Re.: Excuse me

lause at lause at
Sun Aug 4 07:40:17 MDT 2002

In concrete terms, the professional feminists of academe
wage an ongoing (and admittedly uphill and inequitable
struggle) to establish some equity with men, but only
within the framework of an ultimately inequitable and
hierarchic system.  Family and class connections...who
one knows and where one went to school...establish a
structure of patronage (not matronage) in these

It's not a simple system.  To be one of the
biggies, you have to have a lot more going for you than
the old school tie, etc.  At the other end of the
spectrum, these considerations are the most important
for who gets an entry level position.

Matters have gotten much worse over time, but about 15
years ago, universities were announcing about 50 real
jobs in American history in the same year that they were
graduating ten times as many PhDs...which means that you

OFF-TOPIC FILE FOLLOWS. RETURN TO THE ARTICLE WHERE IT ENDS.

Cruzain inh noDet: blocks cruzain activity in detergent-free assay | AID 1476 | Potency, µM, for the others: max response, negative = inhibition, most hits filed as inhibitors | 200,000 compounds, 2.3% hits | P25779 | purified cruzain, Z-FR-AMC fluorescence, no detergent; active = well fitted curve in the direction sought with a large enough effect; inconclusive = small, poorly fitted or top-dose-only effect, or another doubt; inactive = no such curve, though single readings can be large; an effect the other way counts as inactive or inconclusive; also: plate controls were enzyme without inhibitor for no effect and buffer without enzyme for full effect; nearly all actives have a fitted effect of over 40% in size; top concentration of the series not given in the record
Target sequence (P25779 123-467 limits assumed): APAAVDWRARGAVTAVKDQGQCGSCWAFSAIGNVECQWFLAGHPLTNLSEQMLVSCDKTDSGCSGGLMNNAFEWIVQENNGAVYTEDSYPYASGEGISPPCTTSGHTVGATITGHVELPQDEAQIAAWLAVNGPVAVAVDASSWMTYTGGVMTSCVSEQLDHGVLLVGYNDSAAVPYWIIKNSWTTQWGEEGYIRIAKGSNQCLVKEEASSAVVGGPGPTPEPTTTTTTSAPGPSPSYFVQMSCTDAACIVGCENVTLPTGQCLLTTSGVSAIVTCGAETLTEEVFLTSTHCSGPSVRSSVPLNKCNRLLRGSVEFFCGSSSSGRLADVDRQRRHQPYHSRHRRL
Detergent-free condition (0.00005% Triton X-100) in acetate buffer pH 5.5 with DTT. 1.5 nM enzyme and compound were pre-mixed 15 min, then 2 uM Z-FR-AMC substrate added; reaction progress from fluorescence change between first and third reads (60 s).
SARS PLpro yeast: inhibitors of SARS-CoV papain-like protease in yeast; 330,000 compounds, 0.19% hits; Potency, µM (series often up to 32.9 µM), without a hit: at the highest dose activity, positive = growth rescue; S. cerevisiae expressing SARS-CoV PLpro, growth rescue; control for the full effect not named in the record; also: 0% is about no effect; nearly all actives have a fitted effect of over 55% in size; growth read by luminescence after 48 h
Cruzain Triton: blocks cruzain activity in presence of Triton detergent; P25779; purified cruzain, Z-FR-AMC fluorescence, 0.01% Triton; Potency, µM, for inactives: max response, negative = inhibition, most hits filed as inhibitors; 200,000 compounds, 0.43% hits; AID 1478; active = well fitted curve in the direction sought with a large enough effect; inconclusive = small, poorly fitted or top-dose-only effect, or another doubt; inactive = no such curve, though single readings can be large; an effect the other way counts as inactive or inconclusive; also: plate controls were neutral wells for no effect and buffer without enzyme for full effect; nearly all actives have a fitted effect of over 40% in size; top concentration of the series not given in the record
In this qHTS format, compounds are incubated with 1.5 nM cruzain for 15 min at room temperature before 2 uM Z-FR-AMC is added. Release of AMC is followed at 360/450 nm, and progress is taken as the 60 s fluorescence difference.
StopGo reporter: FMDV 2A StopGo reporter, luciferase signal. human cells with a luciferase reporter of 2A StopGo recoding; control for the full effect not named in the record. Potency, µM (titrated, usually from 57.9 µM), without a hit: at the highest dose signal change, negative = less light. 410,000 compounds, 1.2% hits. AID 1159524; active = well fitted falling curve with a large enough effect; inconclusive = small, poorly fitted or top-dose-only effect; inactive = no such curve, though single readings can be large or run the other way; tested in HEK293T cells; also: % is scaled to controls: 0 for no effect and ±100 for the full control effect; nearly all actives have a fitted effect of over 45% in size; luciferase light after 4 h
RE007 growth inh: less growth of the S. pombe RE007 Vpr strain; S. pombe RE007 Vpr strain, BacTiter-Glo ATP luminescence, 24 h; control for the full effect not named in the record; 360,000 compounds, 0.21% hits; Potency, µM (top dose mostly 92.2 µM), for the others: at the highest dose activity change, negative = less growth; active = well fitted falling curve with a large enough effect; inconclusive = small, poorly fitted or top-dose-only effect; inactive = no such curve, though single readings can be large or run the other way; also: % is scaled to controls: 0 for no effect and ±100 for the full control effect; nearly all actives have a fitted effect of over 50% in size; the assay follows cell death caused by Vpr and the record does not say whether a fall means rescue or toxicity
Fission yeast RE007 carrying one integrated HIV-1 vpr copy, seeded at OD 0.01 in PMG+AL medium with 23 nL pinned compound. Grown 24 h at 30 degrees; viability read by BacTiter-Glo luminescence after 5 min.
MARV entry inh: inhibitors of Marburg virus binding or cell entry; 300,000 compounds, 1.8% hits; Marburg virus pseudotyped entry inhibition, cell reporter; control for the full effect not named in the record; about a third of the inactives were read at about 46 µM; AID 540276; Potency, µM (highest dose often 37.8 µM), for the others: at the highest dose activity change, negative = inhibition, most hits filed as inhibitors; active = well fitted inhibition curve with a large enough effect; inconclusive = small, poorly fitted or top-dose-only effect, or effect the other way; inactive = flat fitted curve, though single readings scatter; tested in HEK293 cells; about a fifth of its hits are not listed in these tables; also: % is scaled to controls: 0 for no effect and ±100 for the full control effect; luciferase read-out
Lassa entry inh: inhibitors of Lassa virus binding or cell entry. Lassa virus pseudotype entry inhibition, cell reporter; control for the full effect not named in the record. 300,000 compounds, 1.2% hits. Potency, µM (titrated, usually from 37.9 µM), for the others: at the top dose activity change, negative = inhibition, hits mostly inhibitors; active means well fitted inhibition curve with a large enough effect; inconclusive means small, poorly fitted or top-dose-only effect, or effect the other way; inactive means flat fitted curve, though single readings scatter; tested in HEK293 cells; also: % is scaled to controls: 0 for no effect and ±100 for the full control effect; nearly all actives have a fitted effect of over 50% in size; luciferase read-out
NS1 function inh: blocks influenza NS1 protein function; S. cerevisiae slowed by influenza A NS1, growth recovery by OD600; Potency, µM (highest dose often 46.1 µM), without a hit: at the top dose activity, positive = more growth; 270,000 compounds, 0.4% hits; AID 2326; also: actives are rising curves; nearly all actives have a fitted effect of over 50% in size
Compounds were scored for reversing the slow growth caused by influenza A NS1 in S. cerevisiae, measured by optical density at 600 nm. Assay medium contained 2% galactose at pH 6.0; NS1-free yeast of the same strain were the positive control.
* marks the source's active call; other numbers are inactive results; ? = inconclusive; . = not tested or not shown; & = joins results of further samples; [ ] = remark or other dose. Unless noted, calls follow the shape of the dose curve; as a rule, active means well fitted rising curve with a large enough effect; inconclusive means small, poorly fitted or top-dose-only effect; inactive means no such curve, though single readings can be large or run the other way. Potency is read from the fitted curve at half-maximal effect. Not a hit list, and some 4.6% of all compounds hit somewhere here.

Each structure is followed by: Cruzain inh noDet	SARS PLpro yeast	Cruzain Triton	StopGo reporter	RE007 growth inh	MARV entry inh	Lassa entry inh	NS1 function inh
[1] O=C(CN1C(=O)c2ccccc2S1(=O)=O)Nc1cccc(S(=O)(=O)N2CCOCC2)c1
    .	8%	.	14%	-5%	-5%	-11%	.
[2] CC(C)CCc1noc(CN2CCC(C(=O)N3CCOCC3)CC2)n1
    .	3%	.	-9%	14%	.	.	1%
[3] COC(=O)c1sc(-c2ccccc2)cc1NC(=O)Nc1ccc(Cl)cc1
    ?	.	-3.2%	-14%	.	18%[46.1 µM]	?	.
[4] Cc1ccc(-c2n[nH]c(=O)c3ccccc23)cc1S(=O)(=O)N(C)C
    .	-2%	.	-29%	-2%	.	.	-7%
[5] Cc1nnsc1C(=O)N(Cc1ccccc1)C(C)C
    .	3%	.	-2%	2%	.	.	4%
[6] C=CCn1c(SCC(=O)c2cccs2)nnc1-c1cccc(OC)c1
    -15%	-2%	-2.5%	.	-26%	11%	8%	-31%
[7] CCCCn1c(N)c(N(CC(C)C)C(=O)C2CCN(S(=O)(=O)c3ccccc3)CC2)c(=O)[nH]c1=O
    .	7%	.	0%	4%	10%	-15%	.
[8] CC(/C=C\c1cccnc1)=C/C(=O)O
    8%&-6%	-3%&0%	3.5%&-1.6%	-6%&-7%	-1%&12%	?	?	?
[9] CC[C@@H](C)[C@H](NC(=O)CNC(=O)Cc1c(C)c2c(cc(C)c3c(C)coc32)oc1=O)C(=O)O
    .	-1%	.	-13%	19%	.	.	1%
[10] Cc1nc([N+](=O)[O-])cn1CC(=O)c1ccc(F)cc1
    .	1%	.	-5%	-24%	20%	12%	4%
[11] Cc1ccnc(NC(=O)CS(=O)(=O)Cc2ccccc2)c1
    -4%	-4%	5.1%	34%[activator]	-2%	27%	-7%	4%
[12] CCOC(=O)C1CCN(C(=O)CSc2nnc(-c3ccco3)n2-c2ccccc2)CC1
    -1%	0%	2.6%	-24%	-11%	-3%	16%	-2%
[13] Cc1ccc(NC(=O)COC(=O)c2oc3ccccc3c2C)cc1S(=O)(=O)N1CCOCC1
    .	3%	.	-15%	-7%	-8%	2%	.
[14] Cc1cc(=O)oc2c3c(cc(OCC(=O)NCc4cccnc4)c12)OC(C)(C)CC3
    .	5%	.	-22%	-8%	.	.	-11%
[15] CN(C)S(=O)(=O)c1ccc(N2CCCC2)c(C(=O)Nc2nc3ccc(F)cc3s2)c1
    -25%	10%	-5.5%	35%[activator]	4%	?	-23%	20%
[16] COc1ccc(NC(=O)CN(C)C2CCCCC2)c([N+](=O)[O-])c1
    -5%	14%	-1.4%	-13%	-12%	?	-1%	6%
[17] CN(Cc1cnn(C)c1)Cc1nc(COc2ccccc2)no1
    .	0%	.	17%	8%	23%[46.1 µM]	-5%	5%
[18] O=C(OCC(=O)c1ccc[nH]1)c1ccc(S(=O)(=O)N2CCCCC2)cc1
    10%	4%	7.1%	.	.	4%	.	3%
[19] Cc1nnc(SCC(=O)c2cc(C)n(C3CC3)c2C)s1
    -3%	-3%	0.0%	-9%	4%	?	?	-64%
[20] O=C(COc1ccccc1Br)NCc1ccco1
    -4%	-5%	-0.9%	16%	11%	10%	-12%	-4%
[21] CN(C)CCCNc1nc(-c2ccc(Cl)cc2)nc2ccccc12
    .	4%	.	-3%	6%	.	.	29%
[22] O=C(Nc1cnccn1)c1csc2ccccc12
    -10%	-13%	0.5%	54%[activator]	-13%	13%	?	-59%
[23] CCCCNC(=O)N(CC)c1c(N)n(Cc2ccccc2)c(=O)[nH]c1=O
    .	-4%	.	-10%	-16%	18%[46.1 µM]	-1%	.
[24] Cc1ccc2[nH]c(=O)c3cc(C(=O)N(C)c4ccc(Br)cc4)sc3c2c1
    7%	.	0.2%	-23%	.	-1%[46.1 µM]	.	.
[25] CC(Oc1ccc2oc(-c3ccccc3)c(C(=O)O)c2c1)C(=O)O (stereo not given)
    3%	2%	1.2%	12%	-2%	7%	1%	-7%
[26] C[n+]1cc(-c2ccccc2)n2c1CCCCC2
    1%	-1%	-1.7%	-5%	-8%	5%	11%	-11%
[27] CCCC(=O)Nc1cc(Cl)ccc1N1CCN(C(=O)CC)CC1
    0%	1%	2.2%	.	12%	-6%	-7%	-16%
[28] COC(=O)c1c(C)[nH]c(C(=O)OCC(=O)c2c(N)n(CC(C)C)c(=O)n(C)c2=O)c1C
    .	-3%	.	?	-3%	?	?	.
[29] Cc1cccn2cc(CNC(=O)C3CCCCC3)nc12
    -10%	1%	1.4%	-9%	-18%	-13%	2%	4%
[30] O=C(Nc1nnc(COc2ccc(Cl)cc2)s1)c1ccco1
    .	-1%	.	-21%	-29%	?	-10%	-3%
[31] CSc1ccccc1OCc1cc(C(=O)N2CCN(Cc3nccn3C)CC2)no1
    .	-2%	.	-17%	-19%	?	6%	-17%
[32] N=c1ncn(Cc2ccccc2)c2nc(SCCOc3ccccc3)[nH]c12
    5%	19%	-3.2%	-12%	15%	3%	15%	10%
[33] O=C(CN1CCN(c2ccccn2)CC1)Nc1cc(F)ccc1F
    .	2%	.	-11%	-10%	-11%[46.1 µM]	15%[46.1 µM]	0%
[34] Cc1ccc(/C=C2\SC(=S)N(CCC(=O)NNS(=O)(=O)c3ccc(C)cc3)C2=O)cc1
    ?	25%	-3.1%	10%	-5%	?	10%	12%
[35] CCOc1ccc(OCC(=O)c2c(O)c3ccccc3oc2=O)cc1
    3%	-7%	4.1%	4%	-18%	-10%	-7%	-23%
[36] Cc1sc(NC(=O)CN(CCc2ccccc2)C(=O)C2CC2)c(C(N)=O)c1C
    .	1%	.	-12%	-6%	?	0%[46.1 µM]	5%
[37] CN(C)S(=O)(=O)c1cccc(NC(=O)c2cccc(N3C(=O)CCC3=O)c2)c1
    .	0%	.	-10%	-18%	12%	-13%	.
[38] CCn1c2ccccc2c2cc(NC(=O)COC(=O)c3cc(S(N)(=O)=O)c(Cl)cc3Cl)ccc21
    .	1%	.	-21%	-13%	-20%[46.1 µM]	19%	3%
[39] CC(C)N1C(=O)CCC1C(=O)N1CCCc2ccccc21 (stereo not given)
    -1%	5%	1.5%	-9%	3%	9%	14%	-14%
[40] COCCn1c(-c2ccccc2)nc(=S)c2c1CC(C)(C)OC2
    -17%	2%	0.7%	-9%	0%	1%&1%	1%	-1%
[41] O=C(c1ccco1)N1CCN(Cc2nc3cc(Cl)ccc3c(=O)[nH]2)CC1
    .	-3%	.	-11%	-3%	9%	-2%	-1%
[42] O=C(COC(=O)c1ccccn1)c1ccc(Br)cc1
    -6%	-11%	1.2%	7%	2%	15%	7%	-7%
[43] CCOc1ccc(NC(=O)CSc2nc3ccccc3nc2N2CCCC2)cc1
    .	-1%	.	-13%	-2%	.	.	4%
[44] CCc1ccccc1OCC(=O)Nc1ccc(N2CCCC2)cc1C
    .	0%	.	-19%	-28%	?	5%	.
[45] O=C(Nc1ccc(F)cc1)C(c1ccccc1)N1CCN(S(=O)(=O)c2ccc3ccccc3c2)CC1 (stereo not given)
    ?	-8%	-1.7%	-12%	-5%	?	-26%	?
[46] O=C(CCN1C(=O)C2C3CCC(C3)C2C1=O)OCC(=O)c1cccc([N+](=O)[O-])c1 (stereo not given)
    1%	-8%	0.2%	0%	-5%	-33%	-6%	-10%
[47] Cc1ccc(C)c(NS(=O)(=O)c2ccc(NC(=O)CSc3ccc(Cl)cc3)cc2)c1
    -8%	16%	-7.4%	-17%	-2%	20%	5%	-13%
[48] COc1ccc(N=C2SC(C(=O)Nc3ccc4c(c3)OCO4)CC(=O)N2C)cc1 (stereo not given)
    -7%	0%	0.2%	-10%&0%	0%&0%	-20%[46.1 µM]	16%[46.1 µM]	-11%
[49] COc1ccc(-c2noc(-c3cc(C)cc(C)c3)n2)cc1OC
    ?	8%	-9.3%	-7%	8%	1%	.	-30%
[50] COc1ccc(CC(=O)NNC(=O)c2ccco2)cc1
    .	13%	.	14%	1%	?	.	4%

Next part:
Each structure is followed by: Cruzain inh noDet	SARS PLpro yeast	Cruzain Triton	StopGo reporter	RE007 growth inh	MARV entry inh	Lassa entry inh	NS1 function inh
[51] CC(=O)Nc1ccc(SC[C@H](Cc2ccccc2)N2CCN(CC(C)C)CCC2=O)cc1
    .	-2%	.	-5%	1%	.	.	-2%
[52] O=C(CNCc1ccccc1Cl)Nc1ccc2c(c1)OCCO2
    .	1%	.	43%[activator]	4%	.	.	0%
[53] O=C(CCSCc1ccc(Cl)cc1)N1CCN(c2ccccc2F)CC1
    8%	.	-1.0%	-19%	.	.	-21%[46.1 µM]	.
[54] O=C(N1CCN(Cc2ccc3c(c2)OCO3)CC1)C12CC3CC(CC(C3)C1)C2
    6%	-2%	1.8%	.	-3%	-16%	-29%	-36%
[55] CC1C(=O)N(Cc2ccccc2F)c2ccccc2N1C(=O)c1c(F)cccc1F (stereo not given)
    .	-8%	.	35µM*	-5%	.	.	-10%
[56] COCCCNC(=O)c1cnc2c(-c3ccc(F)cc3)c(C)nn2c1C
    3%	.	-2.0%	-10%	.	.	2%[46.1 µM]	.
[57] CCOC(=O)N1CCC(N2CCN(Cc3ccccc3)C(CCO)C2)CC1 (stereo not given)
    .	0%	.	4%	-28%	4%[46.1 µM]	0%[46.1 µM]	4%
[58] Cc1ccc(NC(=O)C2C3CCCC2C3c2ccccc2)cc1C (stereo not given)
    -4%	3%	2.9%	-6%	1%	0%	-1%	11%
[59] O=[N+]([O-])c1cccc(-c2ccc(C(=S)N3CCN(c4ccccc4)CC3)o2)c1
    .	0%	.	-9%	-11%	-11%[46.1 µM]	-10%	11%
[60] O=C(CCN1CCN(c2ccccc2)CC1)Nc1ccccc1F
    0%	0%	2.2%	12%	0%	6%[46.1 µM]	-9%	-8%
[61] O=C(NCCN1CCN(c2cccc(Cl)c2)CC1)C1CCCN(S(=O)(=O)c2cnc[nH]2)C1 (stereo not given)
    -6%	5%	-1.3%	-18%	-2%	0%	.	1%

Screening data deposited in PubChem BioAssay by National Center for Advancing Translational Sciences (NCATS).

have a massive and deepening reservoir of unemployed or
semiemployed backing up every year. In such
circumstances, half a dozen departments filled over half
of all the positions, which has tended to extend every
hierachic and elitist tendency in academic life rather
than liberalize them.

In this context, a rather official feminism in academe
had fought for greater equity within the system, but its
goals fully embrace the patriarchalism of the system.
It is a kind of "feminism" preoccupied with access to
the patronage and characterized to establish female
patrons without disrupting anything about the
patriarchalism of the structure.

The same trends exist in all the major professions.

The danger is that these kinds of preoccupations tend
to subsume the energies that should be going into a much
broader social movement.

Mark L.

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